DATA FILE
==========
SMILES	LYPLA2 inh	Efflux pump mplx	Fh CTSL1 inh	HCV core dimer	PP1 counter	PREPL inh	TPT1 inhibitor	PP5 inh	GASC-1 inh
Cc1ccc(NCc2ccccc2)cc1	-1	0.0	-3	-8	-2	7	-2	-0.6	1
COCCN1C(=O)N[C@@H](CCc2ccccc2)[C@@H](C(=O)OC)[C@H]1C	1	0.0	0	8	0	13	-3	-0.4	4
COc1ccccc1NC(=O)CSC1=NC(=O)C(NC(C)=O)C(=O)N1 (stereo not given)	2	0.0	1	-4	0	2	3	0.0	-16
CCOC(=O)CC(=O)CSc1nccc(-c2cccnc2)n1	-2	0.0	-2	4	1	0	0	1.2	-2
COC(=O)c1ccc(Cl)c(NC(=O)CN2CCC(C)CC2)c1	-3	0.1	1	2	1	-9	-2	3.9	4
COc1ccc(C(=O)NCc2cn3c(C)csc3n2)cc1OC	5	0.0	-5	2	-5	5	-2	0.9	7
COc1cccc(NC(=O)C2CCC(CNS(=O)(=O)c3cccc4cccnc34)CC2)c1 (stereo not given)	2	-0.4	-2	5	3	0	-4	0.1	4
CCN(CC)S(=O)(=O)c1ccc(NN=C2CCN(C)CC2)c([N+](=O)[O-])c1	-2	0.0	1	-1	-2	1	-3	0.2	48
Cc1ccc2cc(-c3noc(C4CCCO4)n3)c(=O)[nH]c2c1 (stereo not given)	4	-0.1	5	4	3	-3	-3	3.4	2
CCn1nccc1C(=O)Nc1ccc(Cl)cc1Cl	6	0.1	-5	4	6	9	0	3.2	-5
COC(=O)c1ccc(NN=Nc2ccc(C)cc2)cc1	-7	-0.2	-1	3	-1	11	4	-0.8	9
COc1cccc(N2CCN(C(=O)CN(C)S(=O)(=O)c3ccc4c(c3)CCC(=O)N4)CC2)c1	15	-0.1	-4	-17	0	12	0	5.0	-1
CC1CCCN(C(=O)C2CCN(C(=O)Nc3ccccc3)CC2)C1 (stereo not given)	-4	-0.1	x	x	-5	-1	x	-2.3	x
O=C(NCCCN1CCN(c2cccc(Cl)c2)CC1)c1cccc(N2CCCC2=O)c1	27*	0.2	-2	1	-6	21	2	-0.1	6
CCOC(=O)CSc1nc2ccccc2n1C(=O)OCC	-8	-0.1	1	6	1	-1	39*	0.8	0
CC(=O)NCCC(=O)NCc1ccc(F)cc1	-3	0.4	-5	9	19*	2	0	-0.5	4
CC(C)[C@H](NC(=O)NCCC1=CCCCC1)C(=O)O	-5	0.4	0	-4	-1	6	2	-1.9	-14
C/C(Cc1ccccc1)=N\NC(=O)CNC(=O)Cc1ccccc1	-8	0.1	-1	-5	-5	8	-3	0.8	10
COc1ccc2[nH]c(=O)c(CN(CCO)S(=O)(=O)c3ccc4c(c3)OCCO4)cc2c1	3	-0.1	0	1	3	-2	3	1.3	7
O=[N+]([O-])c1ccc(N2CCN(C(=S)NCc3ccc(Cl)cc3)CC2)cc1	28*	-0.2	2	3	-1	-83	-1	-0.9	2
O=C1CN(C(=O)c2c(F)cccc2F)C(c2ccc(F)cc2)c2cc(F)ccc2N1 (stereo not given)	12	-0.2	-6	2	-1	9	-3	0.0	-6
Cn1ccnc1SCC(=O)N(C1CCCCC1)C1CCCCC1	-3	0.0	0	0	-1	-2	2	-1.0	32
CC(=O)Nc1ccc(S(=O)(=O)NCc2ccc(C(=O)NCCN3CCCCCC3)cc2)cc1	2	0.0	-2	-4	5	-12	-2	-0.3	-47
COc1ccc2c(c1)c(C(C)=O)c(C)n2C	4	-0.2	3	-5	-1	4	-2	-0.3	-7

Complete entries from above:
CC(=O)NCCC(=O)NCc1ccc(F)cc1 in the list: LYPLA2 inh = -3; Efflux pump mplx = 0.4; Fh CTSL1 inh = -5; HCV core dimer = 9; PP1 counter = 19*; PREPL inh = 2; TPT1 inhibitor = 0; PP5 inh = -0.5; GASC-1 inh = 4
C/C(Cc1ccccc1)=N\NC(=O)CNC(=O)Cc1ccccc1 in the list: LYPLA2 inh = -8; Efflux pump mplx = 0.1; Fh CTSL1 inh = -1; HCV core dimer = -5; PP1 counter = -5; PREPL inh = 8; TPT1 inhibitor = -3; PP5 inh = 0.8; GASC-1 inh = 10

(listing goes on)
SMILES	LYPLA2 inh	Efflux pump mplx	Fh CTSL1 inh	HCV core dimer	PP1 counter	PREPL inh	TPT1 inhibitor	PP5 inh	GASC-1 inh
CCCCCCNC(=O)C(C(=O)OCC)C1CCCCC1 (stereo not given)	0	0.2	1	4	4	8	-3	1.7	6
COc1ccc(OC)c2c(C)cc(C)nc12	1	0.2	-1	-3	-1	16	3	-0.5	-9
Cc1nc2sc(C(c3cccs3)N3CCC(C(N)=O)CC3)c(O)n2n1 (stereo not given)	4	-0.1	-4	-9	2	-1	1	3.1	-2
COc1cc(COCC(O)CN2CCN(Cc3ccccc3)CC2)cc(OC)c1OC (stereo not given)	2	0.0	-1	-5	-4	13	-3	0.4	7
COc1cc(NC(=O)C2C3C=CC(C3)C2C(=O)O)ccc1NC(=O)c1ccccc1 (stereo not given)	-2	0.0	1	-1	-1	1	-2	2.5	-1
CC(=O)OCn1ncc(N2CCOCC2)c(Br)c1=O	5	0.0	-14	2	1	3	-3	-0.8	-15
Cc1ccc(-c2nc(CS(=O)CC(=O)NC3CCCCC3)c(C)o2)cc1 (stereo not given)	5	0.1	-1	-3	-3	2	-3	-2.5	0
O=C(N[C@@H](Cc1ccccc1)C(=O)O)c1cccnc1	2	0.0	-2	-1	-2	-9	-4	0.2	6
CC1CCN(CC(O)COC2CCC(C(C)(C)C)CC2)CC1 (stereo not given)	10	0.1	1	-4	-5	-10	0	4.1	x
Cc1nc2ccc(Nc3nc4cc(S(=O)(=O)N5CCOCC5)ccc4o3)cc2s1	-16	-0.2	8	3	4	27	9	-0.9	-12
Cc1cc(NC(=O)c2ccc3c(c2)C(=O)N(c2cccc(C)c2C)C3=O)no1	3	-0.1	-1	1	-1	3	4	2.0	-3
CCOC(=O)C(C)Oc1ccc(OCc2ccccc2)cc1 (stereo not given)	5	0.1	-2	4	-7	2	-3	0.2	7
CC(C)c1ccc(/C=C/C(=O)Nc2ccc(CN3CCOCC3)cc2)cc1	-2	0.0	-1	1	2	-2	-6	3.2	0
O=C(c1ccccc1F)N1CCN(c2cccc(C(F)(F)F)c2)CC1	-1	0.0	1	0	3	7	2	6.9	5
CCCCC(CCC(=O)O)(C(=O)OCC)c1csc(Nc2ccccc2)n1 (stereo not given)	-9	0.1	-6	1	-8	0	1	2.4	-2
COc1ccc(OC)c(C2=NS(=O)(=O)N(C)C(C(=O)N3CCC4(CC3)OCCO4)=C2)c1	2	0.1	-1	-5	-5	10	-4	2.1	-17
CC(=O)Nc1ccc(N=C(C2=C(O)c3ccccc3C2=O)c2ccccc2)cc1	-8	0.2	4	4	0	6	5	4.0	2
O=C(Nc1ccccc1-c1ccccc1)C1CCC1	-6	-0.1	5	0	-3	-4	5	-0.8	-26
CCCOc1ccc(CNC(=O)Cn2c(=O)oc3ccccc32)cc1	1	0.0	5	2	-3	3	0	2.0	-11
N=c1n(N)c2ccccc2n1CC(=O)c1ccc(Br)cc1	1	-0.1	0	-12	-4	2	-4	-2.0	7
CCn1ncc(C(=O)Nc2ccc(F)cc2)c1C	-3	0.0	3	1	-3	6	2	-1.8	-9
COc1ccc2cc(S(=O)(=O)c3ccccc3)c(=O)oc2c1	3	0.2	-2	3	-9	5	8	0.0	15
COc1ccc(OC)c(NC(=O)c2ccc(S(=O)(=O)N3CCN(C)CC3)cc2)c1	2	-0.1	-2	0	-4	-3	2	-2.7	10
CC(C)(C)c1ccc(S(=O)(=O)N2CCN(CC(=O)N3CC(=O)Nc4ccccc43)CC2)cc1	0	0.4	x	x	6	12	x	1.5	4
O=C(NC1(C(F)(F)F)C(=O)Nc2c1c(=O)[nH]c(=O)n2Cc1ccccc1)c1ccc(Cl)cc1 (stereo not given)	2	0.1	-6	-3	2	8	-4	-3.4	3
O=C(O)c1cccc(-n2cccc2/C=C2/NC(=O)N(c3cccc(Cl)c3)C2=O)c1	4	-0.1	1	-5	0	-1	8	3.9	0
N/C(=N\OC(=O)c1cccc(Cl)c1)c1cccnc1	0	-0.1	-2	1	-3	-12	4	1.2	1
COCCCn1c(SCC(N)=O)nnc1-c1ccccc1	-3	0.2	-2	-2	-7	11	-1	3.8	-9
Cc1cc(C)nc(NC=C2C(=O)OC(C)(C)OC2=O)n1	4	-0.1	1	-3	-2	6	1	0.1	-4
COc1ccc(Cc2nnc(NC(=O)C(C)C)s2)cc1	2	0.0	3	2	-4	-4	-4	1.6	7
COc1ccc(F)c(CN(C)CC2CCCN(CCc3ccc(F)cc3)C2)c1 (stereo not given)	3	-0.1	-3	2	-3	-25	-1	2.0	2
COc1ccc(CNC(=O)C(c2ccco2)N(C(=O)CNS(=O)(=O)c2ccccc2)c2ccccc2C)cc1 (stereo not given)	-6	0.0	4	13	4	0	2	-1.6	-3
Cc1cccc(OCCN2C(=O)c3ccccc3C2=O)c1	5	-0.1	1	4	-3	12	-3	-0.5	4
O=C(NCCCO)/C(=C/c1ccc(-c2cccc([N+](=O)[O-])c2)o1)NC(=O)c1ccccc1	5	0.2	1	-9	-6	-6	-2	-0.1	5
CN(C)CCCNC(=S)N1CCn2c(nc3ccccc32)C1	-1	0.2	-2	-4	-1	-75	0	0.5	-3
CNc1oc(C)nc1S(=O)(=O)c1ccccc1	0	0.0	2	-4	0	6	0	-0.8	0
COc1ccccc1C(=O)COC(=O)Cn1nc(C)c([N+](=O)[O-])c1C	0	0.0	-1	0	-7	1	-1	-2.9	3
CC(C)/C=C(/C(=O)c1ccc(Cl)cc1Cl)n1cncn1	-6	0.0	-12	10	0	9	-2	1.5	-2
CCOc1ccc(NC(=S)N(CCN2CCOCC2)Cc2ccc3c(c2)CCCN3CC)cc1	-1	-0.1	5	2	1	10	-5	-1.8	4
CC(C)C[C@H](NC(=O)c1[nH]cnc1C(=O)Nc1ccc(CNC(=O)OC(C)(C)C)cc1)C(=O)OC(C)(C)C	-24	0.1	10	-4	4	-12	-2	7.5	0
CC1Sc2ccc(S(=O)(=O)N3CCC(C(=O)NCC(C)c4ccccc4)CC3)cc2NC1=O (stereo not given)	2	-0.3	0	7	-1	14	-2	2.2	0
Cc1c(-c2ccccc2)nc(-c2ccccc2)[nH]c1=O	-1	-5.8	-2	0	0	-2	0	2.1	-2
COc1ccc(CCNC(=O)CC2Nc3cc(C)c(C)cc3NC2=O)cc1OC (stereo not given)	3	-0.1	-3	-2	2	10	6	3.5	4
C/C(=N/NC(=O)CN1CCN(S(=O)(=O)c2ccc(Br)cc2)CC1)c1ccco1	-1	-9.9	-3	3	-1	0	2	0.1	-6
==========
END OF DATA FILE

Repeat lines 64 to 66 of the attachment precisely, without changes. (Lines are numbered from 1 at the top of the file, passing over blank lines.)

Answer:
O=C(NCCCO)/C(=C/c1ccc(-c2cccc([N+](=O)[O-])c2)o1)NC(=O)c1ccccc1	5	0.2	1	-9	-6	-6	-2	-0.1	5
CN(C)CCCNC(=S)N1CCn2c(nc3ccccc32)C1	-1	0.2	-2	-4	-1	-75	0	0.5	-3
CNc1oc(C)nc1S(=O)(=O)c1ccccc1	0	0.0	2	-4	0	6	0	-0.8	0